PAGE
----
Do you have plans to expand this idea to other products in order to reduce plastic usage?
At present, I am focusing on creating a dispensing method for the brush so that it can reach all sections of the society. I want to send this product to space and military agencies for testing as this is something that would be useful to them. I have also filed for a patent of this project. In the future I would be working on other eco-friendly alternatives as well.
Do you think teens today are becoming more conscious of saving their environment? Being ‘just teens’, can they be as effective as adults?
I believe that irrespective of your age, if you have dedication towards something, you can surely achieve it. Having said that, problems like global warming and climate change are more prevalent than ever today. Our earlier generations have lived in a world where it was not as relevant. Teens, on the other hand, are experiencing these problems and the following repercussions first-hand. Thus, they fully realise the impact these problems can have on their future. As a result, I feel the dedication of teens towards solving these issues is bound to be higher.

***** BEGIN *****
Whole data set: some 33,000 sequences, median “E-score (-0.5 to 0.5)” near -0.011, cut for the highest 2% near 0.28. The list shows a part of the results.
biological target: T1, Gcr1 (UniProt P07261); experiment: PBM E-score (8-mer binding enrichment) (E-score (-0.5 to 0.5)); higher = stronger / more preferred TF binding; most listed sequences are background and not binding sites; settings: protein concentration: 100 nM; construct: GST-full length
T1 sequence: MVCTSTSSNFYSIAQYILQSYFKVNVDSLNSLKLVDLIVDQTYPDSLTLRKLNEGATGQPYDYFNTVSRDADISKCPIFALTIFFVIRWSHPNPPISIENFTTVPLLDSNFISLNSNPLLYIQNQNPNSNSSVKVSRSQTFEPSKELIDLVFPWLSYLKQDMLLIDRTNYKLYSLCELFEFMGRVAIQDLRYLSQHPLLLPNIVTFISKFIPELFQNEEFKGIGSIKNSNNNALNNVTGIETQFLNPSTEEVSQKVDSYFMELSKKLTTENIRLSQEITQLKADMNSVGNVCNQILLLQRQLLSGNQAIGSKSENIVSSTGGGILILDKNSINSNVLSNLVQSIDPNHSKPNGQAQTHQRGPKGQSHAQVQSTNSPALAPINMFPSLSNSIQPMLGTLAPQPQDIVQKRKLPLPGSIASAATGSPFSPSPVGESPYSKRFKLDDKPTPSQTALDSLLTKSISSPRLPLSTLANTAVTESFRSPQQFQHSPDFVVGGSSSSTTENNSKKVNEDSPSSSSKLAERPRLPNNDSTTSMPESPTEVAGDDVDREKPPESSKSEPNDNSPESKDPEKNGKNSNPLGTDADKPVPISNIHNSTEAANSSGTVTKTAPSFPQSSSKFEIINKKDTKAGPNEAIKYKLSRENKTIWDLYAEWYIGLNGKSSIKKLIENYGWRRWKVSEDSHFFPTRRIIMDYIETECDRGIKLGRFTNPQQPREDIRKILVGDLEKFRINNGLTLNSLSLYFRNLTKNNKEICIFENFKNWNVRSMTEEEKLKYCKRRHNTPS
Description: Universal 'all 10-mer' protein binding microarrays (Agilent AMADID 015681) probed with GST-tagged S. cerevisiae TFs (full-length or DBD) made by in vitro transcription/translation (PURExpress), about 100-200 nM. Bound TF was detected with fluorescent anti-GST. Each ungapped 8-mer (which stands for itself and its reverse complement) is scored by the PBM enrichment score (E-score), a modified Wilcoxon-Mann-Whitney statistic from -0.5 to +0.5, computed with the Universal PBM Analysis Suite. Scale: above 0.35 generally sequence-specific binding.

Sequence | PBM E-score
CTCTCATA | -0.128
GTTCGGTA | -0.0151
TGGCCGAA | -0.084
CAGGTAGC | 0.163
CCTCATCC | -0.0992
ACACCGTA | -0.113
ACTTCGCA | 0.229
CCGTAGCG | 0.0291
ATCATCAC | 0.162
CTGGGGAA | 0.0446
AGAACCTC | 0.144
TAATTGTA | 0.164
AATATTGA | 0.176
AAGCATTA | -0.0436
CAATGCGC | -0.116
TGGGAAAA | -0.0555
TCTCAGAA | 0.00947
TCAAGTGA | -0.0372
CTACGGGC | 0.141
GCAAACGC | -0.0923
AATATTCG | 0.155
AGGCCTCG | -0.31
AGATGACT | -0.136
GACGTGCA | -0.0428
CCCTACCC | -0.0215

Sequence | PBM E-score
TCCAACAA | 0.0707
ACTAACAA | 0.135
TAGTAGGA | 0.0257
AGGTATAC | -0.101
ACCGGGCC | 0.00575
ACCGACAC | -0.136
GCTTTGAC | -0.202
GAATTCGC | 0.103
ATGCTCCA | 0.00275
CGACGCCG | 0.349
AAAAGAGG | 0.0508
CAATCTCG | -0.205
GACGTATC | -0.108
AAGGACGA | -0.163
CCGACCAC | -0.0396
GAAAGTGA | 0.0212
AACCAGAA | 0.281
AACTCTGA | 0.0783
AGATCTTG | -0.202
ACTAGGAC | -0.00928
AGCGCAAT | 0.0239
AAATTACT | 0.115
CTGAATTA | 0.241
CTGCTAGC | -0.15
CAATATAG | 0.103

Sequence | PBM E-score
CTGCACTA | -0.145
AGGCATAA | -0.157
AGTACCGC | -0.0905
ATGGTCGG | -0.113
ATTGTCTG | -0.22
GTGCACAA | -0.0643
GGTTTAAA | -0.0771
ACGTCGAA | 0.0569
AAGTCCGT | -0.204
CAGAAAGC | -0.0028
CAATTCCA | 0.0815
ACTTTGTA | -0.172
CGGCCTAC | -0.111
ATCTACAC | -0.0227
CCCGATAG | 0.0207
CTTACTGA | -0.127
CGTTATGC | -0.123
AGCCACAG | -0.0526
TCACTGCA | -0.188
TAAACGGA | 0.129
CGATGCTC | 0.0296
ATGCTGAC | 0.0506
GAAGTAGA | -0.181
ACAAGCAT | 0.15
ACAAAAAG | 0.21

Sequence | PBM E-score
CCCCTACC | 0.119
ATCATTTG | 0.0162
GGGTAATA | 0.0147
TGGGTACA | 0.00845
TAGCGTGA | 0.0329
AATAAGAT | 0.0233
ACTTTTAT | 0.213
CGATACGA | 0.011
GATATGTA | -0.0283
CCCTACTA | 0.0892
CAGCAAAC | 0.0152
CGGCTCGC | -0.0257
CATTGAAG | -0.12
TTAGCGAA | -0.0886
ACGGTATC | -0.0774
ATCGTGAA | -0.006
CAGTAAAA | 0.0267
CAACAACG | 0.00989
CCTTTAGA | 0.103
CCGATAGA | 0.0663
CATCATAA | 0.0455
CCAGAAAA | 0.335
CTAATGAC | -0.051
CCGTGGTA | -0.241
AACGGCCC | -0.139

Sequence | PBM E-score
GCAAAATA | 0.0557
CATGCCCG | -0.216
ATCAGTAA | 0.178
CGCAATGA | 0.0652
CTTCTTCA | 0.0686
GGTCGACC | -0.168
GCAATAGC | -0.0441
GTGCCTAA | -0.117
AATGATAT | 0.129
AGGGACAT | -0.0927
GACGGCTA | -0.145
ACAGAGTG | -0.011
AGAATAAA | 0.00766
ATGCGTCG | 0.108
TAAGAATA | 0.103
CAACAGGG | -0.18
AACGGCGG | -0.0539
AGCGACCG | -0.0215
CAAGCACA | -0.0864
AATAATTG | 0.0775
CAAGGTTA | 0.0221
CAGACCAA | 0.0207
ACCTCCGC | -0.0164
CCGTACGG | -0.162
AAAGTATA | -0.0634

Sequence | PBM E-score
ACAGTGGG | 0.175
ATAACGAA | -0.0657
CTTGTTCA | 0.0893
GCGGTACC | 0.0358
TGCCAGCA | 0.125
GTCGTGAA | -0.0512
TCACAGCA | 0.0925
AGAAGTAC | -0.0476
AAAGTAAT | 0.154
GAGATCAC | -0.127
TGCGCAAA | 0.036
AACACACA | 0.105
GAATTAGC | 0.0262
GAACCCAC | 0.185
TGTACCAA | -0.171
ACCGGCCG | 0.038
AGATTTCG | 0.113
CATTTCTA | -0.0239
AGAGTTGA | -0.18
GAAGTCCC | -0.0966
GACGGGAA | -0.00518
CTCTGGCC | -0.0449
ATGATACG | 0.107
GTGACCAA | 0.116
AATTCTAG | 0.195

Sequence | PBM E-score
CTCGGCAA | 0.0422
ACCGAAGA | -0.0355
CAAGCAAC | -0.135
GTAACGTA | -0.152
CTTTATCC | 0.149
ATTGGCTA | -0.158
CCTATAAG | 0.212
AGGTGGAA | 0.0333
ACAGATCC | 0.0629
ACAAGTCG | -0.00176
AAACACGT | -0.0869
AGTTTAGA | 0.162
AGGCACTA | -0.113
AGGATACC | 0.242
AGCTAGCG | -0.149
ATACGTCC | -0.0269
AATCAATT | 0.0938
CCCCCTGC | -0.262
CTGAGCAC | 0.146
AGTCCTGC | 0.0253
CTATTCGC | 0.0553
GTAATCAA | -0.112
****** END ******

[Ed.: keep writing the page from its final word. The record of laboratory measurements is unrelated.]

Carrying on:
What are your hopes and fears regarding our environment?
Over the past few years, our environment has severely degraded. Renewable resources like air and water, of which we thought we would have an endless supply, are rapidly diminishing. Since teens, and others too, are becoming more aware of the situation, it makes me hopeful for our planet. A self- sufficient society is being created gradually and so many programmes are being launched in favour of the climate. Each citizen needs to be aware of their responsibility towards our planet in order to truly save it.
Who is your role model?
My mentor teacher and my mother have been my role models along this journey because they have helped me immensely and I have learnt so much from them. Dr. Vikram Sarabhai, a renowned Indian physicist, inspires me to overcome my struggles and achieve my goals. I also look up to Greta Thunberg as well because she has motivated me and millions of other teens to act for our climate. I believe that if everyone has a good role model, then we can truly make a difference in this world.
Saumya Chauhan, currently a student at Amity International School, Pushp Vihar, is an avid writer and contributes regularly for The Global Times newspaper. A member of the school Student Council, Director of the school’s Interact (social wellness) club and an active environmentalist; she aspires to bring change in her community.